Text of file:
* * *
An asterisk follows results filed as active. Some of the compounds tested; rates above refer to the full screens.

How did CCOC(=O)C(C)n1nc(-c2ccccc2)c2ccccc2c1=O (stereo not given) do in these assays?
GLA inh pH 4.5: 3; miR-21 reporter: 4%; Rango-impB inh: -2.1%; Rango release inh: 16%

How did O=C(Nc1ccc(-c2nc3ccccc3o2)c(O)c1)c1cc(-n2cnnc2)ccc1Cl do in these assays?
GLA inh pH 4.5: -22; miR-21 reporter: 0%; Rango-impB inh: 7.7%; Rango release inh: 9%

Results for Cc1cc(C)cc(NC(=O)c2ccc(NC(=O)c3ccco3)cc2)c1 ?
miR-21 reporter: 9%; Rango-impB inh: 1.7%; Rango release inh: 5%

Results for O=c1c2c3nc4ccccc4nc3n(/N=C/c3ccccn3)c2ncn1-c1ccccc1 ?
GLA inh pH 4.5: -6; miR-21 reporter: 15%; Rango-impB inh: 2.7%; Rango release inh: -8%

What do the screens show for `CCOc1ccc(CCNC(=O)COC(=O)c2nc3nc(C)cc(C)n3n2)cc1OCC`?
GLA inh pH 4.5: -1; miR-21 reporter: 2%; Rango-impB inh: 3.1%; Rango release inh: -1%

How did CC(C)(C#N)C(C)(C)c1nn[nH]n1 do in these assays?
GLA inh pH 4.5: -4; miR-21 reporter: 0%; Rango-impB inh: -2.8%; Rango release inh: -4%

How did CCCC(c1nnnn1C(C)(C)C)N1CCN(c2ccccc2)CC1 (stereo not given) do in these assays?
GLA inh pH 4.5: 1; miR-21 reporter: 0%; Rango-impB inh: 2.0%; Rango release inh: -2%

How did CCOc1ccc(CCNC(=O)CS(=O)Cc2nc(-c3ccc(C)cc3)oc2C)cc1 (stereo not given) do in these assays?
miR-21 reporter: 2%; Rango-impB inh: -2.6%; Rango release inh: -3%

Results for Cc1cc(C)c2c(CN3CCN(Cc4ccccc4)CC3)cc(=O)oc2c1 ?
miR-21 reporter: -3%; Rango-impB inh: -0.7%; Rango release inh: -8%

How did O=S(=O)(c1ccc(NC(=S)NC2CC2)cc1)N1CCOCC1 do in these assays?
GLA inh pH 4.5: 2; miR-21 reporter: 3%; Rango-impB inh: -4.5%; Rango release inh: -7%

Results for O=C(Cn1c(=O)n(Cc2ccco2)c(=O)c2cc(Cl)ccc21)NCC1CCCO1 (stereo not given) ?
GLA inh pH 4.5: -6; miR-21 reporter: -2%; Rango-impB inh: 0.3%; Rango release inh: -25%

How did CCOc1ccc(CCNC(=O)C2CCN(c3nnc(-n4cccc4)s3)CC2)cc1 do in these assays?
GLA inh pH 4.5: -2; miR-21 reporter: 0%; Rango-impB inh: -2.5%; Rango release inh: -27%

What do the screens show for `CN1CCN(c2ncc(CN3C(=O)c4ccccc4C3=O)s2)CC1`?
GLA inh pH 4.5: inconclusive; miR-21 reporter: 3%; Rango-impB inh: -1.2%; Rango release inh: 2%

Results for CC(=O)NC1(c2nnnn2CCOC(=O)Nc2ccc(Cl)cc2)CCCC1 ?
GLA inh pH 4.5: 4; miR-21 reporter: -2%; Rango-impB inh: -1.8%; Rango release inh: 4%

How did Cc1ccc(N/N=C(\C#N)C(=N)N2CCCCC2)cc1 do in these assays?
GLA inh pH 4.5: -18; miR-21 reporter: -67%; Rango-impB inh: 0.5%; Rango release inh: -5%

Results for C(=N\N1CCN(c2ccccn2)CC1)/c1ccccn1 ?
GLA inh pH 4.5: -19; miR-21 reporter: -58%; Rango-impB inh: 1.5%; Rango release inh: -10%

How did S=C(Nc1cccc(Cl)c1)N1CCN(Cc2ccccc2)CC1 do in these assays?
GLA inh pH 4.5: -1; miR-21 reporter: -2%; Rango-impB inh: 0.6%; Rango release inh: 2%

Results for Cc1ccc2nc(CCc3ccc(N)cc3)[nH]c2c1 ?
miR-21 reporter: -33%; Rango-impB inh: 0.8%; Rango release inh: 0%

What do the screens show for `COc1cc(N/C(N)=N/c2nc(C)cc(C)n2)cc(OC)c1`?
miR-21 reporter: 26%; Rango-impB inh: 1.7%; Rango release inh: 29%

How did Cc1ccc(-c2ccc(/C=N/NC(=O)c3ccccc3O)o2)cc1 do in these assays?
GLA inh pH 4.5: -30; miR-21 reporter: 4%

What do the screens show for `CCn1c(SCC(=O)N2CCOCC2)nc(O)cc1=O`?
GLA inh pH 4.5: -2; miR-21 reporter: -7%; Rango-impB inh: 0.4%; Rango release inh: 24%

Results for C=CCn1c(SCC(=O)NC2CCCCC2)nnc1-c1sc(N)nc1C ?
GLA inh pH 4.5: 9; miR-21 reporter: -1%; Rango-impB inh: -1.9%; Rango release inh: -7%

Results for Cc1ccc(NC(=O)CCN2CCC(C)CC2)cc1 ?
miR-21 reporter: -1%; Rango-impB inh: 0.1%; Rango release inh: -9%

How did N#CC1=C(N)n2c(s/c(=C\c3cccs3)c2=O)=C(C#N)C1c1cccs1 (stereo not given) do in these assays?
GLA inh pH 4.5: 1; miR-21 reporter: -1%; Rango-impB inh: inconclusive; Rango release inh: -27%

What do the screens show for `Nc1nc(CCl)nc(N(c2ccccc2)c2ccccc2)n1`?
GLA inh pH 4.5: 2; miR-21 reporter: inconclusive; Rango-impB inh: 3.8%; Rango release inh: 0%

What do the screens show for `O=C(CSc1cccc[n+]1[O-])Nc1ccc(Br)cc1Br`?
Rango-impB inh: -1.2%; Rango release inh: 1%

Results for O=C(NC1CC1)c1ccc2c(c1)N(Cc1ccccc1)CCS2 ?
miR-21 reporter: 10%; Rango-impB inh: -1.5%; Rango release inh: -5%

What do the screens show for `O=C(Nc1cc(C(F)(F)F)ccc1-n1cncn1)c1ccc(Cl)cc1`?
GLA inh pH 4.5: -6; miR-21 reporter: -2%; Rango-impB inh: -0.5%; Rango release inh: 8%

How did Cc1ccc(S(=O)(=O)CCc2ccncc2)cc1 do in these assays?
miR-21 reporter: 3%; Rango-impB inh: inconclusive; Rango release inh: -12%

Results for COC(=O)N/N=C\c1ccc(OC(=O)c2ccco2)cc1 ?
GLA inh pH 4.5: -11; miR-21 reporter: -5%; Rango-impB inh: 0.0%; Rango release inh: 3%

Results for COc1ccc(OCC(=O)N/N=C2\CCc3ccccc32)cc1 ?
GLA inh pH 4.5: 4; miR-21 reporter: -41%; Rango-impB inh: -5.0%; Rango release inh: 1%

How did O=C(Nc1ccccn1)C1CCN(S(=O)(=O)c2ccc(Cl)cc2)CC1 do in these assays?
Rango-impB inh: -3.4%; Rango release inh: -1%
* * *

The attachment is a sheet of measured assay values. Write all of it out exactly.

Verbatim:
An asterisk follows results filed as active. Some of the compounds tested; rates above refer to the full screens.

How did CCOC(=O)C(C)n1nc(-c2ccccc2)c2ccccc2c1=O (stereo not given) do in these assays?
GLA inh pH 4.5: 3; miR-21 reporter: 4%; Rango-impB inh: -2.1%; Rango release inh: 16%

How did O=C(Nc1ccc(-c2nc3ccccc3o2)c(O)c1)c1cc(-n2cnnc2)ccc1Cl do in these assays?
GLA inh pH 4.5: -22; miR-21 reporter: 0%; Rango-impB inh: 7.7%; Rango release inh: 9%

Results for Cc1cc(C)cc(NC(=O)c2ccc(NC(=O)c3ccco3)cc2)c1 ?
miR-21 reporter: 9%; Rango-impB inh: 1.7%; Rango release inh: 5%

Results for O=c1c2c3nc4ccccc4nc3n(/N=C/c3ccccn3)c2ncn1-c1ccccc1 ?
GLA inh pH 4.5: -6; miR-21 reporter: 15%; Rango-impB inh: 2.7%; Rango release inh: -8%

What do the screens show for `CCOc1ccc(CCNC(=O)COC(=O)c2nc3nc(C)cc(C)n3n2)cc1OCC`?
GLA inh pH 4.5: -1; miR-21 reporter: 2%; Rango-impB inh: 3.1%; Rango release inh: -1%

How did CC(C)(C#N)C(C)(C)c1nn[nH]n1 do in these assays?
GLA inh pH 4.5: -4; miR-21 reporter: 0%; Rango-impB inh: -2.8%; Rango release inh: -4%

How did CCCC(c1nnnn1C(C)(C)C)N1CCN(c2ccccc2)CC1 (stereo not given) do in these assays?
GLA inh pH 4.5: 1; miR-21 reporter: 0%; Rango-impB inh: 2.0%; Rango release inh: -2%

How did CCOc1ccc(CCNC(=O)CS(=O)Cc2nc(-c3ccc(C)cc3)oc2C)cc1 (stereo not given) do in these assays?
miR-21 reporter: 2%; Rango-impB inh: -2.6%; Rango release inh: -3%

Results for Cc1cc(C)c2c(CN3CCN(Cc4ccccc4)CC3)cc(=O)oc2c1 ?
miR-21 reporter: -3%; Rango-impB inh: -0.7%; Rango release inh: -8%

How did O=S(=O)(c1ccc(NC(=S)NC2CC2)cc1)N1CCOCC1 do in these assays?
GLA inh pH 4.5: 2; miR-21 reporter: 3%; Rango-impB inh: -4.5%; Rango release inh: -7%

Results for O=C(Cn1c(=O)n(Cc2ccco2)c(=O)c2cc(Cl)ccc21)NCC1CCCO1 (stereo not given) ?
GLA inh pH 4.5: -6; miR-21 reporter: -2%; Rango-impB inh: 0.3%; Rango release inh: -25%

How did CCOc1ccc(CCNC(=O)C2CCN(c3nnc(-n4cccc4)s3)CC2)cc1 do in these assays?
GLA inh pH 4.5: -2; miR-21 reporter: 0%; Rango-impB inh: -2.5%; Rango release inh: -27%

What do the screens show for `CN1CCN(c2ncc(CN3C(=O)c4ccccc4C3=O)s2)CC1`?
GLA inh pH 4.5: inconclusive; miR-21 reporter: 3%; Rango-impB inh: -1.2%; Rango release inh: 2%

Results for CC(=O)NC1(c2nnnn2CCOC(=O)Nc2ccc(Cl)cc2)CCCC1 ?
GLA inh pH 4.5: 4; miR-21 reporter: -2%; Rango-impB inh: -1.8%; Rango release inh: 4%

How did Cc1ccc(N/N=C(\C#N)C(=N)N2CCCCC2)cc1 do in these assays?
GLA inh pH 4.5: -18; miR-21 reporter: -67%; Rango-impB inh: 0.5%; Rango release inh: -5%

Results for C(=N\N1CCN(c2ccccn2)CC1)/c1ccccn1 ?
GLA inh pH 4.5: -19; miR-21 reporter: -58%; Rango-impB inh: 1.5%; Rango release inh: -10%

How did S=C(Nc1cccc(Cl)c1)N1CCN(Cc2ccccc2)CC1 do in these assays?
GLA inh pH 4.5: -1; miR-21 reporter: -2%; Rango-impB inh: 0.6%; Rango release inh: 2%

Results for Cc1ccc2nc(CCc3ccc(N)cc3)[nH]c2c1 ?
miR-21 reporter: -33%; Rango-impB inh: 0.8%; Rango release inh: 0%

What do the screens show for `COc1cc(N/C(N)=N/c2nc(C)cc(C)n2)cc(OC)c1`?
miR-21 reporter: 26%; Rango-impB inh: 1.7%; Rango release inh: 29%

How did Cc1ccc(-c2ccc(/C=N/NC(=O)c3ccccc3O)o2)cc1 do in these assays?
GLA inh pH 4.5: -30; miR-21 reporter: 4%

What do the screens show for `CCn1c(SCC(=O)N2CCOCC2)nc(O)cc1=O`?
GLA inh pH 4.5: -2; miR-21 reporter: -7%; Rango-impB inh: 0.4%; Rango release inh: 24%

Results for C=CCn1c(SCC(=O)NC2CCCCC2)nnc1-c1sc(N)nc1C ?
GLA inh pH 4.5: 9; miR-21 reporter: -1%; Rango-impB inh: -1.9%; Rango release inh: -7%

Results for Cc1ccc(NC(=O)CCN2CCC(C)CC2)cc1 ?
miR-21 reporter: -1%; Rango-impB inh: 0.1%; Rango release inh: -9%

How did N#CC1=C(N)n2c(s/c(=C\c3cccs3)c2=O)=C(C#N)C1c1cccs1 (stereo not given) do in these assays?
GLA inh pH 4.5: 1; miR-21 reporter: -1%; Rango-impB inh: inconclusive; Rango release inh: -27%

What do the screens show for `Nc1nc(CCl)nc(N(c2ccccc2)c2ccccc2)n1`?
GLA inh pH 4.5: 2; miR-21 reporter: inconclusive; Rango-impB inh: 3.8%; Rango release inh: 0%

What do the screens show for `O=C(CSc1cccc[n+]1[O-])Nc1ccc(Br)cc1Br`?
Rango-impB inh: -1.2%; Rango release inh: 1%

Results for O=C(NC1CC1)c1ccc2c(c1)N(Cc1ccccc1)CCS2 ?
miR-21 reporter: 10%; Rango-impB inh: -1.5%; Rango release inh: -5%

What do the screens show for `O=C(Nc1cc(C(F)(F)F)ccc1-n1cncn1)c1ccc(Cl)cc1`?
GLA inh pH 4.5: -6; miR-21 reporter: -2%; Rango-impB inh: -0.5%; Rango release inh: 8%

How did Cc1ccc(S(=O)(=O)CCc2ccncc2)cc1 do in these assays?
miR-21 reporter: 3%; Rango-impB inh: inconclusive; Rango release inh: -12%

Results for COC(=O)N/N=C\c1ccc(OC(=O)c2ccco2)cc1 ?
GLA inh pH 4.5: -11; miR-21 reporter: -5%; Rango-impB inh: 0.0%; Rango release inh: 3%

Results for COc1ccc(OCC(=O)N/N=C2\CCc3ccccc32)cc1 ?
GLA inh pH 4.5: 4; miR-21 reporter: -41%; Rango-impB inh: -5.0%; Rango release inh: 1%

How did O=C(Nc1ccccn1)C1CCN(S(=O)(=O)c2ccc(Cl)cc2)CC1 do in these assays?
Rango-impB inh: -3.4%; Rango release inh: -1%